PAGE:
THOMAS METCALFE was born in Fauquier County, Virginia on March 20, 1780. His education was limited and attained at home and in rural schools of Kentucky. After apprenticing in the stonemasonry trade, Metcalfe worked as a stonecutter for several years. During the War of 1812, he served as a captain and commanded a regiment of volunteers in the Battle of Fort Meigs. Metcalfe entered politics in 1812, serving as a member of the Kentucky House of Representatives, a position he held until 1816. He also served as a member of the U.S. House of Representatives from 1819 until 1828, when he resigned to run for governor. Metcalfe won election to the Kentucky governorship in 1828. During his tenure, the Shelbyville-Louisville Road was established, the state's first railroad was commissioned, a canal at the fall of Ohio was planned, and legislation was sanctioned that developed a statewide school system. After leaving office, Metcalfe continued to stay active in public service. He served as a member of the Kentucky State Senate from 1834 to 1838, was a presidential elector in 1836, served as chairman of the State Board of Internal Improvements from 1840 to 1849, and served as a member of the U.S. Senate from 1848 to 1849. Governor Thomas Metcalfe died of cholera on August 18, 1855, and was buried at the family graveyard on the grounds of the "Forest Retreat" in Nicholas County, Kentucky.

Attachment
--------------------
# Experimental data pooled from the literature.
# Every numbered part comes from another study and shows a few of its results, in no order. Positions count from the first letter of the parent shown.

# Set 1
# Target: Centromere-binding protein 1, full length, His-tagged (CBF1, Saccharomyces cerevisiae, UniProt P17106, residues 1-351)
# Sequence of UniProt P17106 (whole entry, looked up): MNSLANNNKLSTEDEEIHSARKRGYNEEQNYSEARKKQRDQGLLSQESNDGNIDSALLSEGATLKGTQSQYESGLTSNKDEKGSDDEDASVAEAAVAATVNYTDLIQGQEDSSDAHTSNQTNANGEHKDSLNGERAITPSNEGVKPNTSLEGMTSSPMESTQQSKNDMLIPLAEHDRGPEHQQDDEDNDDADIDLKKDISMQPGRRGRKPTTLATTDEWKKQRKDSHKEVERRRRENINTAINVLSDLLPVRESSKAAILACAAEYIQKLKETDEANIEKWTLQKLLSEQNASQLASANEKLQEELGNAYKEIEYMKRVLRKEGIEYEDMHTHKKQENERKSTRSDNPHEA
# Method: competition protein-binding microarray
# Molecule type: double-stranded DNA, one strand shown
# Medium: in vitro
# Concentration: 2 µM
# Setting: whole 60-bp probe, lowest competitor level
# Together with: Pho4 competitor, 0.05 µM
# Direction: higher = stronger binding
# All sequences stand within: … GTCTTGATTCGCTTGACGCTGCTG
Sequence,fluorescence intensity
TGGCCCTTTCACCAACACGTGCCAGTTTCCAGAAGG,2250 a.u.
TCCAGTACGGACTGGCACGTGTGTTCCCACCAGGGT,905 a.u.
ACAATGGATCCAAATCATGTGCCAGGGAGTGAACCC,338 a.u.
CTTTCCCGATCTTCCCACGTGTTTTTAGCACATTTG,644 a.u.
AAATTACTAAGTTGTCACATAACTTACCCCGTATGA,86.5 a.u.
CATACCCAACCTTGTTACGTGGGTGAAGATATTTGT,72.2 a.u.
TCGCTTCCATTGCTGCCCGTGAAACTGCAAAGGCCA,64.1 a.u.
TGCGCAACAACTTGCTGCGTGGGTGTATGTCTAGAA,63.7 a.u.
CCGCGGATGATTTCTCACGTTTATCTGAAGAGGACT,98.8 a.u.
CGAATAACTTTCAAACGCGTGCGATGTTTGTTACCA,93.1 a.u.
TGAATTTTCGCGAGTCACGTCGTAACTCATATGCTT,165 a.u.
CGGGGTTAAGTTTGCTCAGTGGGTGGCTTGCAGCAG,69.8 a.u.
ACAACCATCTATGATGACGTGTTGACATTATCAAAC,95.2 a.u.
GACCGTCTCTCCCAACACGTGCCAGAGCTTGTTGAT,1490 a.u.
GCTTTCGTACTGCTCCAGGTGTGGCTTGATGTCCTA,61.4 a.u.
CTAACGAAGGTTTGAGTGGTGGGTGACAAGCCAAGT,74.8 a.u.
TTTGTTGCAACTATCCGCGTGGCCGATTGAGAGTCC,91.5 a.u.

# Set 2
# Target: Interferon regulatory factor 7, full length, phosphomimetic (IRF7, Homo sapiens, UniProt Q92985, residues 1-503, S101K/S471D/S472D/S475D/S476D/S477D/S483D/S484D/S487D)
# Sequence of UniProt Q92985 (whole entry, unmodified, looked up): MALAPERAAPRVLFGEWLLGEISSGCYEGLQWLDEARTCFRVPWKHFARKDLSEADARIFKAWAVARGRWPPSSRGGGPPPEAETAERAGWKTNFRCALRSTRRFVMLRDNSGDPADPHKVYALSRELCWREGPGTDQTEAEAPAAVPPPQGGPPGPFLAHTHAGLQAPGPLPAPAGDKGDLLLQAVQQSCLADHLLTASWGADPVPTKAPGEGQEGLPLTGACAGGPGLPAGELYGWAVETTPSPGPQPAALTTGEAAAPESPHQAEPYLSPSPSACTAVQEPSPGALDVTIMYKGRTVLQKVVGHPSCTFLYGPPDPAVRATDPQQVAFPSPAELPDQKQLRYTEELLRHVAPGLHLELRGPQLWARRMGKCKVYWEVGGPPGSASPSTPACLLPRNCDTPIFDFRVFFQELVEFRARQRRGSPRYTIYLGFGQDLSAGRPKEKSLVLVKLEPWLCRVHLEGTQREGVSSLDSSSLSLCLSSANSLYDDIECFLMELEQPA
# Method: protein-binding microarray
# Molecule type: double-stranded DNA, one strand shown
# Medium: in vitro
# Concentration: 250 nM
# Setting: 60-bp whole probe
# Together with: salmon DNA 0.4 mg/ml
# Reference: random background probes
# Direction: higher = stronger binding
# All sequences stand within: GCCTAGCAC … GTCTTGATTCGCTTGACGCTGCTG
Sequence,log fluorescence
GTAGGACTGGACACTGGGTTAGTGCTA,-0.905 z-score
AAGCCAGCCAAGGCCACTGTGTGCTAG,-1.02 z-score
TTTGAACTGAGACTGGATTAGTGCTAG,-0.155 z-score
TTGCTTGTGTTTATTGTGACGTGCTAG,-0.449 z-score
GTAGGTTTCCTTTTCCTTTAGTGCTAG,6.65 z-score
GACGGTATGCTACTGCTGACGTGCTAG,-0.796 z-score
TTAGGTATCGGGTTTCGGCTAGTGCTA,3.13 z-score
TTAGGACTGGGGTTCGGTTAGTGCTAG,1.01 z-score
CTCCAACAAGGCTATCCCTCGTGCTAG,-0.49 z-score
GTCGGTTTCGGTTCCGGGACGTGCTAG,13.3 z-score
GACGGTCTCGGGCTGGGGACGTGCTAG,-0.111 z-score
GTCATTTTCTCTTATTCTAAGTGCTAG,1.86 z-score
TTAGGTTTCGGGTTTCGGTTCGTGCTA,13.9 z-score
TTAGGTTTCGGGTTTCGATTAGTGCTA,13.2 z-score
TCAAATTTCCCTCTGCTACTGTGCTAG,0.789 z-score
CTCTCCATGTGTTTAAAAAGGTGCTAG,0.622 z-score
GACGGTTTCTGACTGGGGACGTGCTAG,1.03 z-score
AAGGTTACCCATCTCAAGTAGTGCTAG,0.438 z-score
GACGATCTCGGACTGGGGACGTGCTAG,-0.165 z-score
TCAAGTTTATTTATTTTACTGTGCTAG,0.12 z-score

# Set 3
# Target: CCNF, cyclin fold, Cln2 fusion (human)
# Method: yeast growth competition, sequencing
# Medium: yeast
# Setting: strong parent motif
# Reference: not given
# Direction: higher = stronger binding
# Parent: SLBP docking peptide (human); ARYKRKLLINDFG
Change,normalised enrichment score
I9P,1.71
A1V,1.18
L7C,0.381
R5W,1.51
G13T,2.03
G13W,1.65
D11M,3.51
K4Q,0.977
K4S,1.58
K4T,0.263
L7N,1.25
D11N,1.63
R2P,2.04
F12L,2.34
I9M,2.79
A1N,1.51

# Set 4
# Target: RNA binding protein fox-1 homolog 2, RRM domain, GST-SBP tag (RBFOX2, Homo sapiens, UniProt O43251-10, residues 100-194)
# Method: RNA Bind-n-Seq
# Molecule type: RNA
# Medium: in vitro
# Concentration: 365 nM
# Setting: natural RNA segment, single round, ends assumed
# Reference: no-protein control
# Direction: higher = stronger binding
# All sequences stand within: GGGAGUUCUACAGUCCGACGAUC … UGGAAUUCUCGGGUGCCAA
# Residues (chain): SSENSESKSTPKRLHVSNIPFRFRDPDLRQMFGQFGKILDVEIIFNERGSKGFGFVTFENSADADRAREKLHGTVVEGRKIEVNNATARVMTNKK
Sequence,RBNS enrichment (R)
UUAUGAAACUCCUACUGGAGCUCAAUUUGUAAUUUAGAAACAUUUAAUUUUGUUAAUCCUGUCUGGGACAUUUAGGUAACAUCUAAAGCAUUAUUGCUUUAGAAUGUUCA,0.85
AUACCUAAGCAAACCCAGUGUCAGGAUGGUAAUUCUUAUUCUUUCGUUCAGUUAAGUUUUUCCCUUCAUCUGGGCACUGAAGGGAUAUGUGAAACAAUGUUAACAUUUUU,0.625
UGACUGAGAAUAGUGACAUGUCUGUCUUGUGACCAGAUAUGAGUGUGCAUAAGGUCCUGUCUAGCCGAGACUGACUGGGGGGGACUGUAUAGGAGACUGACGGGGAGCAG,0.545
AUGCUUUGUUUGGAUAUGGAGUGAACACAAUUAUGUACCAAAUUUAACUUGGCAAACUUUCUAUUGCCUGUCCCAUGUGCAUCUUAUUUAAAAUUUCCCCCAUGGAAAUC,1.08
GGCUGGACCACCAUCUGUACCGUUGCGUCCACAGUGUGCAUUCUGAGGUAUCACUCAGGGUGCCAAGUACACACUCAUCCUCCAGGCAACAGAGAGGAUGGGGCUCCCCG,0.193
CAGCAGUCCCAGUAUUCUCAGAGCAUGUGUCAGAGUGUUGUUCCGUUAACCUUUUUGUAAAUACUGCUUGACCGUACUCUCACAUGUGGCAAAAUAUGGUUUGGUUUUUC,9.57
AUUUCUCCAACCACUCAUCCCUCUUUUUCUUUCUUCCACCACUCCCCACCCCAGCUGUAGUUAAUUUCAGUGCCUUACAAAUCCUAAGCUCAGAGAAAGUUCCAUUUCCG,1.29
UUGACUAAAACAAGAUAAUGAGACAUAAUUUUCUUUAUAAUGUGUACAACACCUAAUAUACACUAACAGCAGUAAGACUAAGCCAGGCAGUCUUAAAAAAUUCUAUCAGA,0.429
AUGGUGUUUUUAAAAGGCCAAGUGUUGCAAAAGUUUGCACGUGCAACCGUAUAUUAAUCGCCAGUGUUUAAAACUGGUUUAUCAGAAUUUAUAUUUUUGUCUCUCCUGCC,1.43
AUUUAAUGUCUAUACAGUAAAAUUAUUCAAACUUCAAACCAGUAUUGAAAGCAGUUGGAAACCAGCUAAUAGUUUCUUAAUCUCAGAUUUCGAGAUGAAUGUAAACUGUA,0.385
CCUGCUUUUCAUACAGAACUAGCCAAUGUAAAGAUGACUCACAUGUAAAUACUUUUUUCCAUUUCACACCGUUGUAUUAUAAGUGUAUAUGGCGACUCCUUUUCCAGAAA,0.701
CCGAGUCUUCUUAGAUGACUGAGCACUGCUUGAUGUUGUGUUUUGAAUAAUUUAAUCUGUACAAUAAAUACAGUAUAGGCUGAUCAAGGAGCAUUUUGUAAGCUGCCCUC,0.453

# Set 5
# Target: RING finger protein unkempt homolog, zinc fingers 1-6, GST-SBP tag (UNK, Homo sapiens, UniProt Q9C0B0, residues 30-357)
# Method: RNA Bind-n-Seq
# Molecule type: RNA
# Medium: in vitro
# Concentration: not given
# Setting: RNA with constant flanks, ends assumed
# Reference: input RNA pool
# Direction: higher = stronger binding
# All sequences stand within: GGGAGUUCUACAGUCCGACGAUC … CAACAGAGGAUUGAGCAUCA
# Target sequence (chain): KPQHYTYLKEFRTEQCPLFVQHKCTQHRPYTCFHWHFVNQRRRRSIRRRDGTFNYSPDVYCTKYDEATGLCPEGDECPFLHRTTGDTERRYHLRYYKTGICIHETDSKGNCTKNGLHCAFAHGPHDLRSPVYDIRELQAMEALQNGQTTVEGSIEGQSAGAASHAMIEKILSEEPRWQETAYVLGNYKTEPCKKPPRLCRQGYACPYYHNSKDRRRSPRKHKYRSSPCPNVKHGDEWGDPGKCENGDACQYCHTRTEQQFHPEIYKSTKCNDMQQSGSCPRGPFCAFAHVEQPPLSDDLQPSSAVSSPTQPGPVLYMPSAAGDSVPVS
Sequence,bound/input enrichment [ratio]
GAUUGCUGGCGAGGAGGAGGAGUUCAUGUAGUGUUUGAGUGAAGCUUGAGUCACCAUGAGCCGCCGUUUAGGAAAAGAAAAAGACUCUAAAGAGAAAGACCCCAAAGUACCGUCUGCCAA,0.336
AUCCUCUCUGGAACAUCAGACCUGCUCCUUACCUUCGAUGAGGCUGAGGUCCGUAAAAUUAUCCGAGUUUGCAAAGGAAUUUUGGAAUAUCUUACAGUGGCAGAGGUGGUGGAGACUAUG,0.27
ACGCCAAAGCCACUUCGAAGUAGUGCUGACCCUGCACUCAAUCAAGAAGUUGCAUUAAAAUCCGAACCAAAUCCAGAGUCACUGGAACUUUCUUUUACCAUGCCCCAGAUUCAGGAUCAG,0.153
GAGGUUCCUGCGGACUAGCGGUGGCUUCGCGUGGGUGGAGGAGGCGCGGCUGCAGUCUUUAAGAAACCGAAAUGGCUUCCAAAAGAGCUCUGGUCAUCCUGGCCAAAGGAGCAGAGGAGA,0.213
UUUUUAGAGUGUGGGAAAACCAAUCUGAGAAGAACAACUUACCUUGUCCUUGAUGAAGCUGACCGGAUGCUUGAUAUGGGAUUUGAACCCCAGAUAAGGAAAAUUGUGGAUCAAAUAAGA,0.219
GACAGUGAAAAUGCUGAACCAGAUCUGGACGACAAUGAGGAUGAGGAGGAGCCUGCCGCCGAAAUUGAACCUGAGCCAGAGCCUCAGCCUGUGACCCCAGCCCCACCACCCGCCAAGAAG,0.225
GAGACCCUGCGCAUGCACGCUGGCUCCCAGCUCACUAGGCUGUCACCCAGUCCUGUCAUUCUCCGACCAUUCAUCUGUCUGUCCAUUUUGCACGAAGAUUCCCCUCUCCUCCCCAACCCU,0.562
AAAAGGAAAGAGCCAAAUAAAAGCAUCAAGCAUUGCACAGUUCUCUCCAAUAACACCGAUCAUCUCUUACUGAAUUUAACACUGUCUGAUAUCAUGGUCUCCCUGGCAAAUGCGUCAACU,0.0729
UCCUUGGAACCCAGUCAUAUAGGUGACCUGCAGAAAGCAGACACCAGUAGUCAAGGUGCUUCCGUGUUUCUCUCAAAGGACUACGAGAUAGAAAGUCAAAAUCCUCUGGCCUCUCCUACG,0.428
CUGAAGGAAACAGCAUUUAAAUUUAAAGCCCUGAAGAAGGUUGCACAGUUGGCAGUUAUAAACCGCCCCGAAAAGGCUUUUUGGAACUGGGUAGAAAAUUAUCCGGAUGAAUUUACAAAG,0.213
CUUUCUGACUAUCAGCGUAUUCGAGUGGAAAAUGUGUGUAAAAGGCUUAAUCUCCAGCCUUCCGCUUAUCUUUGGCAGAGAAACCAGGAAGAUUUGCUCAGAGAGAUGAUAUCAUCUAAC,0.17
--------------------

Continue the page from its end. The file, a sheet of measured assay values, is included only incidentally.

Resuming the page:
Sobel, Robert, and John Raimo, eds. Biographical Directory of the Governors of the United States, 1789-1978, Vol. 2, Westport, Conn.; Meckler Books, 1978. 4 vols.
Governors' Papers, Kentucky Department for Libraries & Archives, Public Records Division